Sun Feb 16 2020

Last week for HFOSS(Humanitarian Free and Open Source Software IGME-582) at RIT I was introduced to three articles that picked apart the differences between Free Software and Open Source Software.

Peterson's article discussed how she coined the term Open Source and how that term became widely used. She explained that "Open Source" was a new term to replace "Free Software" because it would resonate better with businesses. At that time(and still to this day) Free software was confused with software that you can get at no cost; Free Software is really free as in speech rather than free as in beer. Peterson's phrase "Open Source" gained a foot hold with larger communities and businesses because it focused on the practical benefits of doing software development in a public manner. Open Source software focused on collaboration and how building software in the public could improve security -- this really enticed businesses. To this day we see that businesses like Microsoft latch on to the phrase Open Source.

Jupyter will Change your Life

Thu Feb 06 2020

It is not uncommon for me to get exuberantly excited over an open-source project that I stumble upon-- Jupyter Lab has taken the cake this month. The Jypyter project extends IPython notebooks to the web browser and added support for multiple languages.

1 Why Notebooks?

As a researcher, I love notebooks because they enable you to easily share your code with others. Notebooks are much more interactive than simply sharing source code because you can mix text(markdown), code, and outputs in code execution. For classes and when working, this makes it very easy to generate quick reports. You can simply write a document that auto generates the graphs and figures you want to talk about in your document.

Towards a new Hacker Ethic

Sun Feb 02 2020

Last week I listened to the talk Programming is Forgetting: Toward a New Hacker Ethic for a second time. This was an amazing talk given by Allison Parrish at the Open Hardware Summit in 2016. The first time I was introduced to this talk was over a year ago by a friend that was introducing me to the nuanced differences between "new" and "old" FOSS cultures. Whenever I listen to this talk I get nostalgic about 70's and 80's hacker literature like the "Hackers Manifesto" which inspired me in middle school.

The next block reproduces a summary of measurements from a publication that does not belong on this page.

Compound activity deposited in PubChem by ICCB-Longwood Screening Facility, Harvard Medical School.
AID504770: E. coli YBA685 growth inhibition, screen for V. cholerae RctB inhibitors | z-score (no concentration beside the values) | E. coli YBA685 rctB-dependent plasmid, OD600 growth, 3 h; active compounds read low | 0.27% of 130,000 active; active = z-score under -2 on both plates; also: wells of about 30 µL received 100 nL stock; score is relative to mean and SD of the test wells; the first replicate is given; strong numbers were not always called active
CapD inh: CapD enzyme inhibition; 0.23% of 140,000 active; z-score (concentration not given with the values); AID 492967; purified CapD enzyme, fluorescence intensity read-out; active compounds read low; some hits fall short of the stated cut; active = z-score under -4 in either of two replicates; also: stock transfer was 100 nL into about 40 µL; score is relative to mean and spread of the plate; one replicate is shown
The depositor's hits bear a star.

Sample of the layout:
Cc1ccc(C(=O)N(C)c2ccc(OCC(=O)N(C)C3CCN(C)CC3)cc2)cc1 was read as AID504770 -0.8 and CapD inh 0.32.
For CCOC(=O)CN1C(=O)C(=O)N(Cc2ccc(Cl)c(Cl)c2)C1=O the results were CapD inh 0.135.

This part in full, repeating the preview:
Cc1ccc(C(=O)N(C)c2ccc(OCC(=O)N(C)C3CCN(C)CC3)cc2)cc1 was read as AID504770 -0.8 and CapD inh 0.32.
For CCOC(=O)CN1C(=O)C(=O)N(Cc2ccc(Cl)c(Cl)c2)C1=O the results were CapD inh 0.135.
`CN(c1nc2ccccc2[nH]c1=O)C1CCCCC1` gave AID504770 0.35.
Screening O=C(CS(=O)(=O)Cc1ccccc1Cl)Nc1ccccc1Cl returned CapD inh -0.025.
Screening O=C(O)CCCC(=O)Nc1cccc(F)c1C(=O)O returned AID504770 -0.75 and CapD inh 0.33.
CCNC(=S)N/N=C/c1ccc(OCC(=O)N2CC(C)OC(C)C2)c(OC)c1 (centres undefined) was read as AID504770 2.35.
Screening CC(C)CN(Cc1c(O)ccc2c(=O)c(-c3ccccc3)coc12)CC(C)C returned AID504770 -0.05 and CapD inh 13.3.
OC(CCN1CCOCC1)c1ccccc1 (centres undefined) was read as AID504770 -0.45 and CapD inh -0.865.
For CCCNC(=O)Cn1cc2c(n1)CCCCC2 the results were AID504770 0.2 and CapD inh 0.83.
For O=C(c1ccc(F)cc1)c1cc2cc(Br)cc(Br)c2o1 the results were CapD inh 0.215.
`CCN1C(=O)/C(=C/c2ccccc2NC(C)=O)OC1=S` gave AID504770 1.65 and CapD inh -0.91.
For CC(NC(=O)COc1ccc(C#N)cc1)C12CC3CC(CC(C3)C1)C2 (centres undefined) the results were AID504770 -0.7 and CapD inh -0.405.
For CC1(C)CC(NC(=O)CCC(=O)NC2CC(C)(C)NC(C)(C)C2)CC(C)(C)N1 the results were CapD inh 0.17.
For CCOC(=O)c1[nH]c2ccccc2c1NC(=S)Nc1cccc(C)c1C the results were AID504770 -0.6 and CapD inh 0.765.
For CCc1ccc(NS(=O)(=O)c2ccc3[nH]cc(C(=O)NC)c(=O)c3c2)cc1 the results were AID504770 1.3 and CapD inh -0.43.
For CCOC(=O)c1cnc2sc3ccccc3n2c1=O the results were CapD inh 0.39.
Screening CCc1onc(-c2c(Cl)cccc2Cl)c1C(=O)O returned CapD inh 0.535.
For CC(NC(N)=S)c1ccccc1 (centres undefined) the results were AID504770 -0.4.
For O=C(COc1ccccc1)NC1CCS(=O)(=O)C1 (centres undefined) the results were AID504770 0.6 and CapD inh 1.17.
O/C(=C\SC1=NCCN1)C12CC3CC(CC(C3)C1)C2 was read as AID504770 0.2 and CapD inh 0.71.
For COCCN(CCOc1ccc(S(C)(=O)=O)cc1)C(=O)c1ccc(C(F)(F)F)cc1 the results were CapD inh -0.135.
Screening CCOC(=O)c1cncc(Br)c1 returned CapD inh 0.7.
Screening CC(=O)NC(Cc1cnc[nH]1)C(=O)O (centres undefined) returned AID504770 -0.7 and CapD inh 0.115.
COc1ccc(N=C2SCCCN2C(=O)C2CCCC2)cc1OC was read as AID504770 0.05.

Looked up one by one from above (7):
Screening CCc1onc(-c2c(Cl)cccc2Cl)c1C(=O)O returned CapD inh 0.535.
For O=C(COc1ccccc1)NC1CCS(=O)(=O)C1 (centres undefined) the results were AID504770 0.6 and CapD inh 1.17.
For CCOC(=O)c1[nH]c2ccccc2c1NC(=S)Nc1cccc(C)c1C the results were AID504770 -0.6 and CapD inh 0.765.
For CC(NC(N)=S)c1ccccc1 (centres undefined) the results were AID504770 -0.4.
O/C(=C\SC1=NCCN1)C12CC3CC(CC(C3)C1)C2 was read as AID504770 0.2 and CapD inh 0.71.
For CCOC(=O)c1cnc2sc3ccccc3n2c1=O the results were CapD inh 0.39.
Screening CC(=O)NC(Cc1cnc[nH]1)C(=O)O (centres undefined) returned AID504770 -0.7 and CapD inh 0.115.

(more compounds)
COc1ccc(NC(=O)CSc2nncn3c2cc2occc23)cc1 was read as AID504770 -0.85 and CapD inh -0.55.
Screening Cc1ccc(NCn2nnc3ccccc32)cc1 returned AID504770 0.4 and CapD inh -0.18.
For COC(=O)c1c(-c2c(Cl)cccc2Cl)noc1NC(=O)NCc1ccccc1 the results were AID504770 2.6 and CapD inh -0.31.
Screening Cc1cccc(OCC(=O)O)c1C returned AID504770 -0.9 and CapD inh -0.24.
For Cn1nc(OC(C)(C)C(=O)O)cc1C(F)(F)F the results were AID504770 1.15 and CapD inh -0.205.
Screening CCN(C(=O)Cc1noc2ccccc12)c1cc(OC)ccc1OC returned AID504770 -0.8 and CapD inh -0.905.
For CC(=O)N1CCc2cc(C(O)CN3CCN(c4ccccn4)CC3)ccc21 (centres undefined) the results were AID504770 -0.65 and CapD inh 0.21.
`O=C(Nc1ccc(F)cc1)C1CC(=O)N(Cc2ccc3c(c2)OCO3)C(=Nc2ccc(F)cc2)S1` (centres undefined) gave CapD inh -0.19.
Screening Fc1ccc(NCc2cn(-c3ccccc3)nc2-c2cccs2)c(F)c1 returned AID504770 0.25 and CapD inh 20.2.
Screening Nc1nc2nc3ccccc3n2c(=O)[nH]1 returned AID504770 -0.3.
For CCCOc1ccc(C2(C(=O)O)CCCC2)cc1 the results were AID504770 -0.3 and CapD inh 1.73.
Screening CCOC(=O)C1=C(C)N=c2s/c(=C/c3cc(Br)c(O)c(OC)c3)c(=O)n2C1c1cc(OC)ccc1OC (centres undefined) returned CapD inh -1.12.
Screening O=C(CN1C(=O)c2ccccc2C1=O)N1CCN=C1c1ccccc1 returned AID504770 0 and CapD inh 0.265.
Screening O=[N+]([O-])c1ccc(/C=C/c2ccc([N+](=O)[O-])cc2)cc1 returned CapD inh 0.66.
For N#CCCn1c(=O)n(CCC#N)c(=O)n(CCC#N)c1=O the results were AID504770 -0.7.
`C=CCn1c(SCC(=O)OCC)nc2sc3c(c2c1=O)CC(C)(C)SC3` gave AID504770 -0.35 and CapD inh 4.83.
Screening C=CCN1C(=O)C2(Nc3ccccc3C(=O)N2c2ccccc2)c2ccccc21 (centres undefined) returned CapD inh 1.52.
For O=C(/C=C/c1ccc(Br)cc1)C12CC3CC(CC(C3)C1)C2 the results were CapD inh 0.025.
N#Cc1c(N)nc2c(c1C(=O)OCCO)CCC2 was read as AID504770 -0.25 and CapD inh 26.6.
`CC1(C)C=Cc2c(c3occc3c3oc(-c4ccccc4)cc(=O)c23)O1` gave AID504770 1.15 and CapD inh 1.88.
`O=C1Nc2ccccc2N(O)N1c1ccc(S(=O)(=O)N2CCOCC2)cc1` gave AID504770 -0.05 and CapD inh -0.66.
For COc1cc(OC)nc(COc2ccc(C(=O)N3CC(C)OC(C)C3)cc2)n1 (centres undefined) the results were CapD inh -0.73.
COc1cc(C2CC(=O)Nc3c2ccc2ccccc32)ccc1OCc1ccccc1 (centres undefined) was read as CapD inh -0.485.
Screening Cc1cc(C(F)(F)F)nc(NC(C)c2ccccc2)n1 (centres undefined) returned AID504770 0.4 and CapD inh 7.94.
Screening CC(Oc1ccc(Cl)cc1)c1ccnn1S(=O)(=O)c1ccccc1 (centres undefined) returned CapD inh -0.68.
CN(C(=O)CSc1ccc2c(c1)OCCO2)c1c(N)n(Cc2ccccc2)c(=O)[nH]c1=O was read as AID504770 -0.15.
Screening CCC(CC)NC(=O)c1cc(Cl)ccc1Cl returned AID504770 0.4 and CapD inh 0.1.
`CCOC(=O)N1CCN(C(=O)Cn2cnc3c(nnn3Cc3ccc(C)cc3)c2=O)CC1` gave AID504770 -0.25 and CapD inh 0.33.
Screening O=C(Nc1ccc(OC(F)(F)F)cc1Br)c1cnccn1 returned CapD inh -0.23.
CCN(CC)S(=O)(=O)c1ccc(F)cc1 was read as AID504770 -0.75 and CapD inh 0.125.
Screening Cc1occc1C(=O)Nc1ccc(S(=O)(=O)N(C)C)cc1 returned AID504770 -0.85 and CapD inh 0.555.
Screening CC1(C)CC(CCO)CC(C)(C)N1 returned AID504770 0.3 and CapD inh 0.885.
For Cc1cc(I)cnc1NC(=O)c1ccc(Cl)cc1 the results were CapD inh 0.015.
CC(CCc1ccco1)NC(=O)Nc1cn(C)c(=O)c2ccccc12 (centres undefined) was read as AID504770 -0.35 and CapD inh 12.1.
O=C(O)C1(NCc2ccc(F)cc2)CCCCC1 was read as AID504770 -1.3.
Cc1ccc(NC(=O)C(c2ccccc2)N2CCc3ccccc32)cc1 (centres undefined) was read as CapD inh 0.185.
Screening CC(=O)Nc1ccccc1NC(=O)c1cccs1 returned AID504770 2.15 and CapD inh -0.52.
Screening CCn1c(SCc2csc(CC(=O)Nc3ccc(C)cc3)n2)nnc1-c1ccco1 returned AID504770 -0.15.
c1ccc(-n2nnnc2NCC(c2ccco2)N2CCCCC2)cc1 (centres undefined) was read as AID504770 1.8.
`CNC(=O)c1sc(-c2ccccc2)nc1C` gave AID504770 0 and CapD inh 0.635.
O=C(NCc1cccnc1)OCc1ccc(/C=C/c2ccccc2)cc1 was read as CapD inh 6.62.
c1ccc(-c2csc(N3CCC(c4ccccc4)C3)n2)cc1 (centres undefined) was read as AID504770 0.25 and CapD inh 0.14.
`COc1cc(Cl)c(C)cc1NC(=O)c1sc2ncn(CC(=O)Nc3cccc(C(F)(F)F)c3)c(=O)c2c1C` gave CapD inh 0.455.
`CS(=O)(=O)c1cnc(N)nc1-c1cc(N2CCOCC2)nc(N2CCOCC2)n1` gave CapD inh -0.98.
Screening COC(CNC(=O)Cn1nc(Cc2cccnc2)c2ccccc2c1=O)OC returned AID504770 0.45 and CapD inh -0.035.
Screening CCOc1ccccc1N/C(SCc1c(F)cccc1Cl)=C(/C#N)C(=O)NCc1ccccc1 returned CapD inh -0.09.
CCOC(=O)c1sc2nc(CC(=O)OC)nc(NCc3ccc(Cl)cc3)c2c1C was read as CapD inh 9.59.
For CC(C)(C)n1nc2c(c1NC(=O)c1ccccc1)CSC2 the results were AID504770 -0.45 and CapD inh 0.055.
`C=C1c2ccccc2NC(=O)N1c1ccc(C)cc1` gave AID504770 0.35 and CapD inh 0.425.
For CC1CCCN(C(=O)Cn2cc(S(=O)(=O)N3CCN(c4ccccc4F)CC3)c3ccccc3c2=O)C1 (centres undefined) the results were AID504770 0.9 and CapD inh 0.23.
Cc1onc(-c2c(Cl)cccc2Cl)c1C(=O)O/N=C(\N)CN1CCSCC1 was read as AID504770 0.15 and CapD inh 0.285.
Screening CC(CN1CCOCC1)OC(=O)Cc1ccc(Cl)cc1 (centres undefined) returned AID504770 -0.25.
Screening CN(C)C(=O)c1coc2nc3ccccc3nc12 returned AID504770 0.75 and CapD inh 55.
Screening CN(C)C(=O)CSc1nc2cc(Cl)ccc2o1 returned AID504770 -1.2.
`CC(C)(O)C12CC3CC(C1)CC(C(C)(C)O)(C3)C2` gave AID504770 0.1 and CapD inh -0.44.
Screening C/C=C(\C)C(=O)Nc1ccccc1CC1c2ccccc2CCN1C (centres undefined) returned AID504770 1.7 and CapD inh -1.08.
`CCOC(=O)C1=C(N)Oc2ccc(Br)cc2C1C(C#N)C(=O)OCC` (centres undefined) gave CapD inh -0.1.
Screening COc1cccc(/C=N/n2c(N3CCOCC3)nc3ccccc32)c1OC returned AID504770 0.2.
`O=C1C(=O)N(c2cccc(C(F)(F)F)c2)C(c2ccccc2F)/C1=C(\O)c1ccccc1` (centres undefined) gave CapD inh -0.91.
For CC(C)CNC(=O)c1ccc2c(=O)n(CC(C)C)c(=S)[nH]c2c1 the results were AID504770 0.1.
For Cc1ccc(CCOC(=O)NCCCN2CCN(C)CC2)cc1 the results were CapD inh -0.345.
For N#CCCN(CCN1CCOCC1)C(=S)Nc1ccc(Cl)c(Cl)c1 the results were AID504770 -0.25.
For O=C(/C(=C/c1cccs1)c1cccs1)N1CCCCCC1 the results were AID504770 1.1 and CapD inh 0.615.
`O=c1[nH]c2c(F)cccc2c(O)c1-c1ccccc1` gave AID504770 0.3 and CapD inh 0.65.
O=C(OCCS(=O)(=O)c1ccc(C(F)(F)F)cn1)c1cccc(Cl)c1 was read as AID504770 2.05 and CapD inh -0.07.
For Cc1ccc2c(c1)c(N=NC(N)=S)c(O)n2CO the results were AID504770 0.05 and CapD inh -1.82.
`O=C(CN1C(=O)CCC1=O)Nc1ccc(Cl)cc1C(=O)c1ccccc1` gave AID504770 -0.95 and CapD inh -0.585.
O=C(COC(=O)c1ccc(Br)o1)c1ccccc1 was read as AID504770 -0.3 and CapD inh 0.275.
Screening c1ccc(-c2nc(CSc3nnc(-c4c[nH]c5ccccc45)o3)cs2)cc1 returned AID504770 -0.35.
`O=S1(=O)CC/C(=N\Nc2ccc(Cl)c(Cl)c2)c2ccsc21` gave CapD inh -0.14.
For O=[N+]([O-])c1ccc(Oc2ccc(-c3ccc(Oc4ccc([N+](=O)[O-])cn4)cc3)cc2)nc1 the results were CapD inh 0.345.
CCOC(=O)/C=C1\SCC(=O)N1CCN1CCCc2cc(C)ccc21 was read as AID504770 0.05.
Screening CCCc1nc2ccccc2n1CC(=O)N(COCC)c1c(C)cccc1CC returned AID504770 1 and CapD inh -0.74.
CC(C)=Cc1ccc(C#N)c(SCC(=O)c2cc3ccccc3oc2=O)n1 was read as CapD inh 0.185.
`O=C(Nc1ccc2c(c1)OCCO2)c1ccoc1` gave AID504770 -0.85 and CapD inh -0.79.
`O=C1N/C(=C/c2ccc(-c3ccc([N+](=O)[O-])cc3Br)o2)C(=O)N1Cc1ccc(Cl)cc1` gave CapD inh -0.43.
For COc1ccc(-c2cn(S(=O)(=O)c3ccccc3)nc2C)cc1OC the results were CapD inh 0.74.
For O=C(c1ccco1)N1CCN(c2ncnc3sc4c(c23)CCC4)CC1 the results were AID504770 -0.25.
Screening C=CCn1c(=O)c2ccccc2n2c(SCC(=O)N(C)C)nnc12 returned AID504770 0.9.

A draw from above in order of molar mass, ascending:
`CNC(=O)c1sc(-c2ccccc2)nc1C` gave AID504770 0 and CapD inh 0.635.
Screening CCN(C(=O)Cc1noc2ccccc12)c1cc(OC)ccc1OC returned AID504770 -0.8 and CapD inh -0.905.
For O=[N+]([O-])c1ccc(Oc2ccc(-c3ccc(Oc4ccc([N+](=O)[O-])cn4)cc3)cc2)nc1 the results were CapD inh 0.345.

College Cookbook Part 2

Tue Jan 28 2020

Following up on the college cook book that I wrote a year ago, I wanted to "open source" some of my current obsessions. I am going to highlight three recipes that are quintessential for college students because they are easy to prepare ahead of time, transportable, and are high in energy. The combination of these three recipes makes a long day on campus a breeze.

College Lunch
College Lunch

1 Cold Brew Coffee

Cold brew coffee is currently a major fad because it is less acidic than normal coffee, high in caffeine, lasts around 2 weeks in the fridge, and tastes sweeter than normal coffee. I am a major coffee fanatic, but, buying coffee on campus is expensive and the lines are long in the morning. Cold brew is great for college students because you can make it weeks in advance and easily transport it anywhere on campus.

Cold Brew
Cold Brew

1.1 Ingredients

  • coarsely ground coffee
  • container (most people use mason jars)
  • filtered water
  • coffee sweeteners

1.2 Preparation

Node RSS Feed

Wed Jan 22 2020

One of the beautiful things about Node is that it is really easy to do just about anything in a few lines of code. To put this in perspective, it took me longer to make this terrible blog post header than it did for me to implement an RSS feed in node. An RSS (rich site summary) feed enables people to subscribe to blogs and get notified when there is a new post. People also use RSS feeds to aggregate all the blogs they read in one place. Although RSS is on the decline, it is still widely used in the tech community.

Before looked for a package I added a route listening on "/rss" which sends a static object that will eventually store the RSS feed object.

routes.get('/rss', (request, result) =>
    result.set('Content-Type', 'text/xml');